Wolfsbane is a flowering plant consisting of over 200 species. A member of the buttercup family, the plant has many alternative names, including women’s bane, leopard’s bane, devil’s helmet, blue rocket, monkshood, aconite, and its official name, aconitum. The plant has laid claim to many diverse uses, ranging from herbal medicine to poisonous weaponry.

The structure of wolfsbane is relatively simple. The plant grows as a long, straight stem, and from this stem protrude dark green leaves and a helmet-shaped flower with anywhere from two to ten petals. Flowers come in a range of colors, from blue to yellow to pink. As a perennial plant, wolfsbane is hardy and can typically live numerous years. It naturally grows in damp, high elevations.

While wolfsbane can be found in many flower gardens, it also has other non-traditional uses. For example, many species of the plant contain roots that are poisonous. As a result, humans have often harvested the roots and synthesize them into a poison for use on weapons in hunting and war. This practice is particularly common in certain rural tribal areas of China and Japan. Even a small amount of exposure to the roots can produce tingling and numbness, and large-scale exposure can induce nausea, vomiting, diarrhea, rapid heartbeat, and even death.

In contrast, Chinese herbal medicine finds many beneficial uses for the plant. Herbalists have claimed successful treatments for the following ailments: general pain, fever, chills, urinary issues, colds, heart palpitations, high blood pressure, and appendicitis, to name a few. The herb’s purported capability to numb and slow body functions generates these treatments. Due to its possible toxic effects, however, herbal medicine specialists typically prepare only small doses, and in many treatments the wolfsbane is diluted with ginger and other substances. Traditional physicians also occasionally utilized the plant in the early 20th century as a numbing form of anesthesia applied to skin or respiratory areas.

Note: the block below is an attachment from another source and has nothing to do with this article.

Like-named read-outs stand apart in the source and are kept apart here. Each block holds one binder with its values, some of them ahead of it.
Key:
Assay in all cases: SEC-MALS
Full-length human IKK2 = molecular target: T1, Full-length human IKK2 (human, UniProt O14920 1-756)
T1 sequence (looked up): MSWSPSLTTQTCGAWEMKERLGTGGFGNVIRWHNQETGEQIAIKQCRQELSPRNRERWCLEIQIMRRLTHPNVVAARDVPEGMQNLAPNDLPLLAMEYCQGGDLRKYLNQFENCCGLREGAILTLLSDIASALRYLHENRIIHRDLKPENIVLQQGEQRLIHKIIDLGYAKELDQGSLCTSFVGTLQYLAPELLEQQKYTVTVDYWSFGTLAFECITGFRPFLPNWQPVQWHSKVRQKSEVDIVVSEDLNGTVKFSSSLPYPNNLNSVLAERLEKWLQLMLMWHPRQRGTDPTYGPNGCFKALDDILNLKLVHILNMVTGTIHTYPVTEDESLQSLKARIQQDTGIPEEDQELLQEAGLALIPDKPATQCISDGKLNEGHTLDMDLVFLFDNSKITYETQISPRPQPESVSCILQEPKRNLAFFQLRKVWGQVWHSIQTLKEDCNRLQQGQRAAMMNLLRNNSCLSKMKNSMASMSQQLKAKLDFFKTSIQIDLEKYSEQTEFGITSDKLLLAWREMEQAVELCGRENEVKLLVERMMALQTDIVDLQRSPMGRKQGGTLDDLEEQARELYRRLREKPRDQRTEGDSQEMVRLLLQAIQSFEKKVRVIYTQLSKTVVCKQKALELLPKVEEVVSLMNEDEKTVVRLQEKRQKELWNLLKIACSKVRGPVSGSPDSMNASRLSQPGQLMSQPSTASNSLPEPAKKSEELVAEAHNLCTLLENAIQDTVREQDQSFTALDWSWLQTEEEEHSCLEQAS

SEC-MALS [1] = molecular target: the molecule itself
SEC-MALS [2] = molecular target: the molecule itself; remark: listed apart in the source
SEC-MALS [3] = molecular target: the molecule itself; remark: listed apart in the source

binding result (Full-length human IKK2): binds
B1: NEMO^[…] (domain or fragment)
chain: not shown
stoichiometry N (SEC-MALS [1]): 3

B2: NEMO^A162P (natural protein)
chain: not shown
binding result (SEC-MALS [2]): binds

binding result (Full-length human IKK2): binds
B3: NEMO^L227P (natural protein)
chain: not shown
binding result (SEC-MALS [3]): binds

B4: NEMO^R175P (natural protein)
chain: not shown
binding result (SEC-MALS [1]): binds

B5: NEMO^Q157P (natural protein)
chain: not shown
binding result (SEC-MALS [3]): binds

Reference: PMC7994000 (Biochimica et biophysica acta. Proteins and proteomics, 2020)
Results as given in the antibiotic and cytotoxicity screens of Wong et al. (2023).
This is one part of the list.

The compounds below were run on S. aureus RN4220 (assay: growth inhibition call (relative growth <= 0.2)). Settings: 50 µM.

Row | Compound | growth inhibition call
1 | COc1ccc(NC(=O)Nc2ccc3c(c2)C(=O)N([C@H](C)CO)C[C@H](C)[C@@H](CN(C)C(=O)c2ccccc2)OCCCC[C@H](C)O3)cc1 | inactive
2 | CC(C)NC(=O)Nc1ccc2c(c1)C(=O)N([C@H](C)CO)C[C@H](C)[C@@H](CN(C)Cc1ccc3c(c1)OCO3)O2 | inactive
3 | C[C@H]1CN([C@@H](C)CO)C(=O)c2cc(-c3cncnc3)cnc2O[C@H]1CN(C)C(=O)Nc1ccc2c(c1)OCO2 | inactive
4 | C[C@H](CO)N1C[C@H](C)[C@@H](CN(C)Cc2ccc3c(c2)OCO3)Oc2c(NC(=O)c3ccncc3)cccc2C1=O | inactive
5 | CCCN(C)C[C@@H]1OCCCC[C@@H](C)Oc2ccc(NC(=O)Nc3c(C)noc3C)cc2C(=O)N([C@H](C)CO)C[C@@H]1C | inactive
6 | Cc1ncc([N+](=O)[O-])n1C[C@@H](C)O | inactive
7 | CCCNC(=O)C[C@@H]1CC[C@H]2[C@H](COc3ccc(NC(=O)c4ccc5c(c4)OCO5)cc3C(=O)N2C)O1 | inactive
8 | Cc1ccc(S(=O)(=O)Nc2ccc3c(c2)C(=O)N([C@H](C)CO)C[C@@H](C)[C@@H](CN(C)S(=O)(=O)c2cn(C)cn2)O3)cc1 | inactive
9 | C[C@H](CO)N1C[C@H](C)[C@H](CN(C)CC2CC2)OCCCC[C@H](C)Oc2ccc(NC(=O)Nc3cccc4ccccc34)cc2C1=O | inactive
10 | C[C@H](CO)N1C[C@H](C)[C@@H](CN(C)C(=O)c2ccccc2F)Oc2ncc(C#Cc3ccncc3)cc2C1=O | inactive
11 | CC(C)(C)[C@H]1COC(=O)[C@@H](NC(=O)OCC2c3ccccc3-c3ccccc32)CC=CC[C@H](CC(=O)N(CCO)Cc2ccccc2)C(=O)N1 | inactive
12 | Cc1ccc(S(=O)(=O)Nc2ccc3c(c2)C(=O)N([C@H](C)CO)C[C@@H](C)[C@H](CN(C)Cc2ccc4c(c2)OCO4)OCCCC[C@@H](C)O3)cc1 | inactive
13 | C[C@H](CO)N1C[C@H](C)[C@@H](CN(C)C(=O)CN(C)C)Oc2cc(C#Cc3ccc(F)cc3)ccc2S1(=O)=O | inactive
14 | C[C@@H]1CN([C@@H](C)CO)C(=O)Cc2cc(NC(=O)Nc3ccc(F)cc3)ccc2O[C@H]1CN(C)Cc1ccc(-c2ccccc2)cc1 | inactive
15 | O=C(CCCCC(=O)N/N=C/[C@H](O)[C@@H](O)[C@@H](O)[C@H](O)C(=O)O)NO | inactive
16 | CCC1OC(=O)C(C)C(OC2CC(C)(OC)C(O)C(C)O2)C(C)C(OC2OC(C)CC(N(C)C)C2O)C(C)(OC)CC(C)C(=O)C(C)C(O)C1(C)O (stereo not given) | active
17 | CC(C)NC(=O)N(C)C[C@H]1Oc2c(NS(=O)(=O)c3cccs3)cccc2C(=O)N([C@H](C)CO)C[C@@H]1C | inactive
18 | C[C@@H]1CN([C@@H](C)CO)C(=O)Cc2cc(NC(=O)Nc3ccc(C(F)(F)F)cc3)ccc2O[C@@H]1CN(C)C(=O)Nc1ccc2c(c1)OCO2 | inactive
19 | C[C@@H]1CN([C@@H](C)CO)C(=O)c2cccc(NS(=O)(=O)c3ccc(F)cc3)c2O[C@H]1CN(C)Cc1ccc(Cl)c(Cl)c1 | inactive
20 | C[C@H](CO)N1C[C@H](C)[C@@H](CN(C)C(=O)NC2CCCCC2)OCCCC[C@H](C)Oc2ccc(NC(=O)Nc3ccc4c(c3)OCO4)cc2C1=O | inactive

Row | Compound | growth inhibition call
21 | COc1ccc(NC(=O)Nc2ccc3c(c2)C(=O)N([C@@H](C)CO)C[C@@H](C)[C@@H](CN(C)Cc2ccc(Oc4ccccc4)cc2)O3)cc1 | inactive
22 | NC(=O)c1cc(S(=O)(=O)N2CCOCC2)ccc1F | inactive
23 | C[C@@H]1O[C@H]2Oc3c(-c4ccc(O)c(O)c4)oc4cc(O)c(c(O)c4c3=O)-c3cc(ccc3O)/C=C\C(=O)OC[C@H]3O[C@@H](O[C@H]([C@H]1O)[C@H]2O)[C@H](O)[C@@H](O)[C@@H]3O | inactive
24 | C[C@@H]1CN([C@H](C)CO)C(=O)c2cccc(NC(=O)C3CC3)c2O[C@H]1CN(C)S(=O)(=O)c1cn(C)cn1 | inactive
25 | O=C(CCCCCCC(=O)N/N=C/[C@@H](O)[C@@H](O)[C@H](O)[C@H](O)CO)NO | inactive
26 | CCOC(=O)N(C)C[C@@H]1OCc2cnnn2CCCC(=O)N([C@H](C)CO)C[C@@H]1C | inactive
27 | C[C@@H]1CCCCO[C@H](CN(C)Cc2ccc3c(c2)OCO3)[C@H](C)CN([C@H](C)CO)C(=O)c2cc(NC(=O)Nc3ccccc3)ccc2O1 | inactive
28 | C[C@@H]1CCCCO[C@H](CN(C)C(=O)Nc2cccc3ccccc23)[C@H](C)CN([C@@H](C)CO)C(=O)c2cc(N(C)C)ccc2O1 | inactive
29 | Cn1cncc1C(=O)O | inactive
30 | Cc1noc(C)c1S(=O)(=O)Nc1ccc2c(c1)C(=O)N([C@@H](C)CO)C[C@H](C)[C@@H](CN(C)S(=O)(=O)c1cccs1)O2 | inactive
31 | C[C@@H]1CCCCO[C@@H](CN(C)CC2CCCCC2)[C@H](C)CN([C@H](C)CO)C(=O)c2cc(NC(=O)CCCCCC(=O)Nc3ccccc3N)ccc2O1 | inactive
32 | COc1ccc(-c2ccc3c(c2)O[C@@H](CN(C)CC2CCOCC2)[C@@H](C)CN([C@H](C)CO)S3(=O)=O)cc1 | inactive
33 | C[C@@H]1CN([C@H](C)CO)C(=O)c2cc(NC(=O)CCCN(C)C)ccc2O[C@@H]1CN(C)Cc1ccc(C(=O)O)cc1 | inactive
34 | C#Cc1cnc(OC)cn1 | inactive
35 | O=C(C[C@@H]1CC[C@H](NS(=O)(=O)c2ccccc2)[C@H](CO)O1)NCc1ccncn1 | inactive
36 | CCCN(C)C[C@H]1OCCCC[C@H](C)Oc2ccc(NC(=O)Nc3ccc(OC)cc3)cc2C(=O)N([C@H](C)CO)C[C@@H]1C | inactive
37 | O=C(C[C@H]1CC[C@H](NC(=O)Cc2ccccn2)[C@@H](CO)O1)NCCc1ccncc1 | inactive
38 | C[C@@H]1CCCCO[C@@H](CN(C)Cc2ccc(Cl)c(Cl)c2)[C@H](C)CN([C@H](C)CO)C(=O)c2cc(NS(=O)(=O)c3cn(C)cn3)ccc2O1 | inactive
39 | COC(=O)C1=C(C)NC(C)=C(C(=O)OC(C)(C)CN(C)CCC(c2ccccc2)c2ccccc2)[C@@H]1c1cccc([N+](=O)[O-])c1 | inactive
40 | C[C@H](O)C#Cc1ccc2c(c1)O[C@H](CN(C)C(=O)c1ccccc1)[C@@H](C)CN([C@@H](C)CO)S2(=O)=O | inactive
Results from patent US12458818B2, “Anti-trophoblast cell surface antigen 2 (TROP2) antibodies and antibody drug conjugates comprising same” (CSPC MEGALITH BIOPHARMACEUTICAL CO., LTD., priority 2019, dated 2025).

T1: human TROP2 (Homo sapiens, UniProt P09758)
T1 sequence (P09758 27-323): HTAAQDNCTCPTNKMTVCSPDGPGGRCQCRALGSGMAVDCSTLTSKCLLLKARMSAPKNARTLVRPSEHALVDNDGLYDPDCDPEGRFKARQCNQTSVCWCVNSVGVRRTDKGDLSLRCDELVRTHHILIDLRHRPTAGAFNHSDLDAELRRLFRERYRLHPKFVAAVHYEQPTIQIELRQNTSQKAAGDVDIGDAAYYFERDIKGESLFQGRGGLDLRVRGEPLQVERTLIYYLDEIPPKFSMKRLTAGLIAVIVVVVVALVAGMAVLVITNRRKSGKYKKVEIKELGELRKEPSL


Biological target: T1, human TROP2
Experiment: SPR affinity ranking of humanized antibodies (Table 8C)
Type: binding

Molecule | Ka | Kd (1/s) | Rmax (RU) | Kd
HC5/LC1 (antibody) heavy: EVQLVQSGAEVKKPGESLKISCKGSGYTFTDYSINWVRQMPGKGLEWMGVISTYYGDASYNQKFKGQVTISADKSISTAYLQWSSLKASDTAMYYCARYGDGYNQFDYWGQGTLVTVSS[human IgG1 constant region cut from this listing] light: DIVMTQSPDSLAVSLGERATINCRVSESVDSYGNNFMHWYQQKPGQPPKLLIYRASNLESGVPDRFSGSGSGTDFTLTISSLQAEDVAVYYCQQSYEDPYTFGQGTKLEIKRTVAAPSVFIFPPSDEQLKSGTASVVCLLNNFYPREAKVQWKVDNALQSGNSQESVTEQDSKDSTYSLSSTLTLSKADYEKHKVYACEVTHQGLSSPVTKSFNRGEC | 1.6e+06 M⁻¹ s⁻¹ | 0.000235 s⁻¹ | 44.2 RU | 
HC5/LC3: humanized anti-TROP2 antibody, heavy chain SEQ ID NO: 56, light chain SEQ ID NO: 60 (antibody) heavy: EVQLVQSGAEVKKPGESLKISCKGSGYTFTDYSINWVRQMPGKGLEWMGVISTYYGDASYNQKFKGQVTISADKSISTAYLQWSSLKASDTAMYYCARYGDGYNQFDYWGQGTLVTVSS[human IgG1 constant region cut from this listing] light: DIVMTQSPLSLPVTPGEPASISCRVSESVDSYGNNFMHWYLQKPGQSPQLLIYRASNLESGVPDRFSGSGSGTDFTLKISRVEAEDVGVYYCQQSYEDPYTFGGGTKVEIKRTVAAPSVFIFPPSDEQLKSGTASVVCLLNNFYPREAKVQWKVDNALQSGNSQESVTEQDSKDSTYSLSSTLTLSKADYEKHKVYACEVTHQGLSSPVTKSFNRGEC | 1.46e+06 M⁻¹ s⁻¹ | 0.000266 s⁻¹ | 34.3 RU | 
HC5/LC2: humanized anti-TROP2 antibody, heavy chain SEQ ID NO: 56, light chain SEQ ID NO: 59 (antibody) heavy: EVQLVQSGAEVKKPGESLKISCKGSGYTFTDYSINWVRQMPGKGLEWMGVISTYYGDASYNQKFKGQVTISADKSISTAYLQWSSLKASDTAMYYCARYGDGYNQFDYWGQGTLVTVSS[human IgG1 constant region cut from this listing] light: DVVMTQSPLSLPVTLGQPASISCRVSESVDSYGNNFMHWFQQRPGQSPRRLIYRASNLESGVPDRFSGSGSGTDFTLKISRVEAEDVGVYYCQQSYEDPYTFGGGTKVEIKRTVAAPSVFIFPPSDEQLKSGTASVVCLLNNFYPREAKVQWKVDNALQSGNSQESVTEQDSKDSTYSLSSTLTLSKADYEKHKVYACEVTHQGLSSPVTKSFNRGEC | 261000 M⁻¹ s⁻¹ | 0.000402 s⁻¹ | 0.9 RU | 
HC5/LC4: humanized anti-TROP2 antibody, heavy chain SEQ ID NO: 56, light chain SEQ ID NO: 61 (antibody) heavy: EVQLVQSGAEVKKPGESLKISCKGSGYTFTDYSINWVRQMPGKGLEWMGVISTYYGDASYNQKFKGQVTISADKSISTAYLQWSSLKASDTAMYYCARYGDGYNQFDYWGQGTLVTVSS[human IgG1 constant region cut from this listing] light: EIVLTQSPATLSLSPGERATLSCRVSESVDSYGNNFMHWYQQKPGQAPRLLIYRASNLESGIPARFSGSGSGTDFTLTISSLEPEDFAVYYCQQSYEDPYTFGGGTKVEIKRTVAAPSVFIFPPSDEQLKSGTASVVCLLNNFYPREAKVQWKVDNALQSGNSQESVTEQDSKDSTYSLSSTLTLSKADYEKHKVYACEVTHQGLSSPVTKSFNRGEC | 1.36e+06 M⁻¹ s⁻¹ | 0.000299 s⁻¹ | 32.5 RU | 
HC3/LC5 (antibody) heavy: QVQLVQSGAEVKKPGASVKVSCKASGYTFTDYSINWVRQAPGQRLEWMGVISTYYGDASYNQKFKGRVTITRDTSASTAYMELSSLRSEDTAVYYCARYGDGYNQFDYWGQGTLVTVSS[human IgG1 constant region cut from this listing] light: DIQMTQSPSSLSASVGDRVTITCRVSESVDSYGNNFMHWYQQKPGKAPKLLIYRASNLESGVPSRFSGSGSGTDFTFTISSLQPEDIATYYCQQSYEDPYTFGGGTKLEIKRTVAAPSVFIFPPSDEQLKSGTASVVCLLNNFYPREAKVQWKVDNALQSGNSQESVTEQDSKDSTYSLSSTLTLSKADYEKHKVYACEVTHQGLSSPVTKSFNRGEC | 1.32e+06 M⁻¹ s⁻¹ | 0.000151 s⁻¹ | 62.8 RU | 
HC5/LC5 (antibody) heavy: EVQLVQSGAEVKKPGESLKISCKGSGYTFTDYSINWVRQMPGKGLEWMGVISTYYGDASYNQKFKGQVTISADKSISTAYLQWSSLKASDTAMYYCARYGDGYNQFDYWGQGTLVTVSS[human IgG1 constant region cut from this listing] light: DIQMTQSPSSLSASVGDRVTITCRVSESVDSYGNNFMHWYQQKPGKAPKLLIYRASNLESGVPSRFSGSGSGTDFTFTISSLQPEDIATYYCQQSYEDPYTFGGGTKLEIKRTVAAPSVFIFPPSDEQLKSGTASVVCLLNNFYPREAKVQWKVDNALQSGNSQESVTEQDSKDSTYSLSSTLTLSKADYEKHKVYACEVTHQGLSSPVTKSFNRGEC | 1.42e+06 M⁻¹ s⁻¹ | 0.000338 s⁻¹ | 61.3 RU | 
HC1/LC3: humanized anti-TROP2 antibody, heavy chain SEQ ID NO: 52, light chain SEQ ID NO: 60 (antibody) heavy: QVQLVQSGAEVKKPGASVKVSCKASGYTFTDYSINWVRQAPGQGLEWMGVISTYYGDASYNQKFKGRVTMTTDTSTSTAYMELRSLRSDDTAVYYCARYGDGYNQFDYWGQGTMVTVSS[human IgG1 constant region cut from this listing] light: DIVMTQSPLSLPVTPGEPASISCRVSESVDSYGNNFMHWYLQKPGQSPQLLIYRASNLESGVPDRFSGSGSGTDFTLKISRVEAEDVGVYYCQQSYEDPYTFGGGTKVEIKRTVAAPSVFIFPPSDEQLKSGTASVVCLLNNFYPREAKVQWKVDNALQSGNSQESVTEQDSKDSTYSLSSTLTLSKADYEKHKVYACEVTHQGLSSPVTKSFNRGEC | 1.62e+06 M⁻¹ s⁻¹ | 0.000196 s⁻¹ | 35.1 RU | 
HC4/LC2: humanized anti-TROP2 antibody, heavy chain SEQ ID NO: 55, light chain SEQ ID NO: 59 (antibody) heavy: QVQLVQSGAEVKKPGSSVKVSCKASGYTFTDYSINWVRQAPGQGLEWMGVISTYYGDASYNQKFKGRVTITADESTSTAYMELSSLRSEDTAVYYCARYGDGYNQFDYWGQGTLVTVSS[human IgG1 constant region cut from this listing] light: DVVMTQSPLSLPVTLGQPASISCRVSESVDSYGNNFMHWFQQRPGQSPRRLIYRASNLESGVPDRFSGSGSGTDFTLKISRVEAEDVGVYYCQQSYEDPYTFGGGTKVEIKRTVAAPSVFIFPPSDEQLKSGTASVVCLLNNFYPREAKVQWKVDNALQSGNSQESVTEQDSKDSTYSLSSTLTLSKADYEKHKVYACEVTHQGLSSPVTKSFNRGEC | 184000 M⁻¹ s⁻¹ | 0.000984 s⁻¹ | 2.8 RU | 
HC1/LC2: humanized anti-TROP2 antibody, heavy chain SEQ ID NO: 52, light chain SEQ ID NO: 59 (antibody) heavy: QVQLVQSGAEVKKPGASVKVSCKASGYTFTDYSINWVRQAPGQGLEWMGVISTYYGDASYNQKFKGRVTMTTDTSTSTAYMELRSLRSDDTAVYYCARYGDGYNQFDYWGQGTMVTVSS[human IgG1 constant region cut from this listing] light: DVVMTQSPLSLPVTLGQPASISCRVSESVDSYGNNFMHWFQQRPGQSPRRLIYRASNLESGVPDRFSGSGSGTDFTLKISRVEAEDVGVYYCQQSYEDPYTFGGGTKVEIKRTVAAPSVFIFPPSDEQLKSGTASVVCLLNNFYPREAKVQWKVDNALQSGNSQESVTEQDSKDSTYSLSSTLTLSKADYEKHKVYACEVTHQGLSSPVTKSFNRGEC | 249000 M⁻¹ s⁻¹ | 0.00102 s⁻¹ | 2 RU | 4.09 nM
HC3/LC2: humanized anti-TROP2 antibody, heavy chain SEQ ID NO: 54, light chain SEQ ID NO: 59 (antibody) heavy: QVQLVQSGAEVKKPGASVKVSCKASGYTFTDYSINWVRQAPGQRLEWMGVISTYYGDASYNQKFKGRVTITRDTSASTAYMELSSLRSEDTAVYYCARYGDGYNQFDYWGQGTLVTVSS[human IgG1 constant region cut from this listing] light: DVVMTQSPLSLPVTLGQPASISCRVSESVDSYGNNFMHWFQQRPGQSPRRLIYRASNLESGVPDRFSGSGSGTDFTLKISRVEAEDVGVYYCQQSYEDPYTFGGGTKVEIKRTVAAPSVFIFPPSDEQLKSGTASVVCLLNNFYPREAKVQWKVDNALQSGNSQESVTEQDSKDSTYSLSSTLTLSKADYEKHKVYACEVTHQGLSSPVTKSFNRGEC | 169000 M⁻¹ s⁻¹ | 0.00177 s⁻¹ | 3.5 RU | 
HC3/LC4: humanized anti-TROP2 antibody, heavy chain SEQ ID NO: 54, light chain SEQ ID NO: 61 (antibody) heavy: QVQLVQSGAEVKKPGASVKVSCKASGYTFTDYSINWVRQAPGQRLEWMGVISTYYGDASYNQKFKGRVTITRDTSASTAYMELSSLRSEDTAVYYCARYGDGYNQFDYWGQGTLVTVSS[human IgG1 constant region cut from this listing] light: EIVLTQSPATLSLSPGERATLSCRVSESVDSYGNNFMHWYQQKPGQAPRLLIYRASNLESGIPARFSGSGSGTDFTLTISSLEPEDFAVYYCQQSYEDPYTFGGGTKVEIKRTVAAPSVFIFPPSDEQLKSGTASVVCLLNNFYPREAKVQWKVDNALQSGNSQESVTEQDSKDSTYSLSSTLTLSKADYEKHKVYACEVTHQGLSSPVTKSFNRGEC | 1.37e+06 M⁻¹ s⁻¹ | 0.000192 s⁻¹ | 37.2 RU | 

Wolfsbane has found its way into supernatural lore as well. Its name derives from the plant’s storied capabilities with werewolves: either as an agent of transformation or an agent of death. In addition, the word frequently appears in witchcraft spells. Famed playwright William Shakespeare even referenced the plant as an evil hypnotic drug with dangerous powers of suggestion.

The secret of successfully growing wolfsbane is close imitation of its natural conditions. Seeds should be kept in a wet, cold state for several weeks before planting. When handling seeds, one should be careful as they contain poisonous elements. The seeds should be sown in temperatures of around 50 degrees Fahrenheit (10 degrees Celsius), and the plant should be kept out of direct sunlight. A healthy wolfsbane plant will bloom in the summer and can grow up to 98 inches (about 250 centimeters) tall.

The Health Board is dedicated to providing accurate and trustworthy information. We carefully select reputable sources and employ a rigorous fact-checking process to maintain the highest standards. To learn more about our commitment to accuracy, read our editorial process.

Discussion Comments

The Health Board, in your inbox

Our latest articles, guides, and more, delivered daily.

The Health Board, in your inbox

Our latest articles, guides, and more, delivered daily.